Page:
Nova Scotia is known for some of the most limiting rental rules in the country. While it’s not your best friend, the Nova Scotia Tenancy Act is there to protect you. Do yourself a favour and read it well, keep it close and ask questions.
1. Actually get your copy. It’s a little-known fact, but if you haven’t gotten your copy of the Act from your landlord, you can move right back out. You can get your deposit back and leave, no harm done, if you landlord fails to give you a copy within 10 days of the following: the day you sign the lease, the day you get your keys, or the day you actually move into the rental unit. If your landlord has failed to give you a copy of the Act (for free, of course), you are within your rights to move out as long as you’ve given three months’ notice. This is good to know if you change your mind early or discover problems after moving in.
2. Google your potential home. Weird as this might sound, it could save you from a big mistake. There are a few locations used in scams year after year to lure in dozens of students, offer to rent to all of them, collect their deposits and disappear. Better safe than sorry.
3. Things go quickly. Don’t come back in September expecting to walk a few blocks and find a perfect apartment waiting for you. This city is saturated with students. If you want a particular neighbourhood or are working within a certain budget, you’d better start early.
4. So, have your deposit ready. You can look at a place and tell the landlord you love it all you want, but it’s not yours until your deposit check is theirs. Be prepared to give them a half a month’s rent, and not a penny more. After that’s in, you’ll be able to sign the lease and call your new place home. Otherwise, don’t be surprised if you come back a few days later and find out someone else loved it too—and now it’s gone.
5. Figure out how long you’re staying. If you think you might be somewhere for more than a year, you have options. You can re-sign for an additional full year or switch to month-to-month. You just need to let your landlord know three months before your last day.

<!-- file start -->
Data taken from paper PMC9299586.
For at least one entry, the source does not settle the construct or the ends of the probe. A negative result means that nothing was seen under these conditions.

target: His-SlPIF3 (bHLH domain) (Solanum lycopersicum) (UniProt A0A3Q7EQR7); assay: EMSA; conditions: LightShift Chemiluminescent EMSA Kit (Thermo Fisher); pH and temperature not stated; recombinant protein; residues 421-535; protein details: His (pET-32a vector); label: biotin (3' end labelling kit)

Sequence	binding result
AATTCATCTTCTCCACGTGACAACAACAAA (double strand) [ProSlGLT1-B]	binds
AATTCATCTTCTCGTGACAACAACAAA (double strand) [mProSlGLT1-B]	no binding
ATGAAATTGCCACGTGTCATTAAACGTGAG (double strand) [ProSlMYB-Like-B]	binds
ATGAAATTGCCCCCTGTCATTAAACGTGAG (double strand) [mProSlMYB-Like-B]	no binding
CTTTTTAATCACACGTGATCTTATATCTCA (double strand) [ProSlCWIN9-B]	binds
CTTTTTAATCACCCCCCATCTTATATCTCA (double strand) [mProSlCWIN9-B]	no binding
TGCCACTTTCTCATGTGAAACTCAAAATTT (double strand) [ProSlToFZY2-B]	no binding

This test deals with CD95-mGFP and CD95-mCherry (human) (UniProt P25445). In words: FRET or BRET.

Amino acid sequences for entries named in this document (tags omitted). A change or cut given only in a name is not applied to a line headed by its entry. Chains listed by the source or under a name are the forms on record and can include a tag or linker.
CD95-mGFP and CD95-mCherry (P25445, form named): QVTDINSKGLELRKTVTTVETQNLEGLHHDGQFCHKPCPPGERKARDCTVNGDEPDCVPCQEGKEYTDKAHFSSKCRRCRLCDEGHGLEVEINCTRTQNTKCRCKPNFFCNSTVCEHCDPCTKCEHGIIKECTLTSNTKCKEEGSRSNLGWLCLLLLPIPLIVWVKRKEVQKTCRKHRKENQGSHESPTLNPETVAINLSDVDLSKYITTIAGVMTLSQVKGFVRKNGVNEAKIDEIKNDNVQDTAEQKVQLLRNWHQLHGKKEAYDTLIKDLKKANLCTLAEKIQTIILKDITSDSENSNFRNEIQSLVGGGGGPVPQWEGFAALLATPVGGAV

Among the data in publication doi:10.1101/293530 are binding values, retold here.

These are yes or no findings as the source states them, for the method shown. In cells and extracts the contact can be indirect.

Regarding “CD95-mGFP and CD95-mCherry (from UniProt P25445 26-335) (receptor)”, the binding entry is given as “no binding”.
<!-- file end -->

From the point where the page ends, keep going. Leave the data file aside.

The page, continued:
6. Same goes if you’re not staying. If you want out after your lease is up, you still need to tell your landlord three months in advance. Not doing so means they assume you’re staying and can charge you for a month’s rent (at least), considering they had less time to try to rent the place out.
7. Subletting isn’t always worth it. If someone sublets from you, you’re still responsible if the apartment catches fire. If they throw a party and tear through a wall, guess who has to pay for that? Your subletter enters a contract with you, but you’re still in a contract with your landlord. You can sue for damages, but ultimately, prepare to foot the bill until that works out.
8. And not every landlord will let you sublet. Probably because someone at some point partied through a wall. If you plan on moving back home for the summer, you might want to make sure you know your options first to avoid a nasty surprise in April.
9.The weird stuff: bedbugs, mice and more. It can be scary, embarrassing and a lot of things to find a mouse or a bedbug in your room. Don’t hide it, though. These little pests are not your responsibility, or at least not yet. Immediately notify your landlord and have them send over an exterminator or cleaner (at no expense to you). Keep in mind, you’re responsible to follow the professionals’ instructions and keep the rodents and roaches out. If they come back because of your negligence, it’s on your head. That’s not to say you’re liable if you see another antenna or tail, but you have to do your part to keep the place clean.
10. Talk to your landlord. This list is by no means exhaustive. If you want to know what the rules are to move out early, go month-to-month, add a roommate, paint or do whatever, ask your landlord. While the Act exists to protect everyone from getting ripped off, there’s no reason you and your landlord can’t come to a mutual agreement.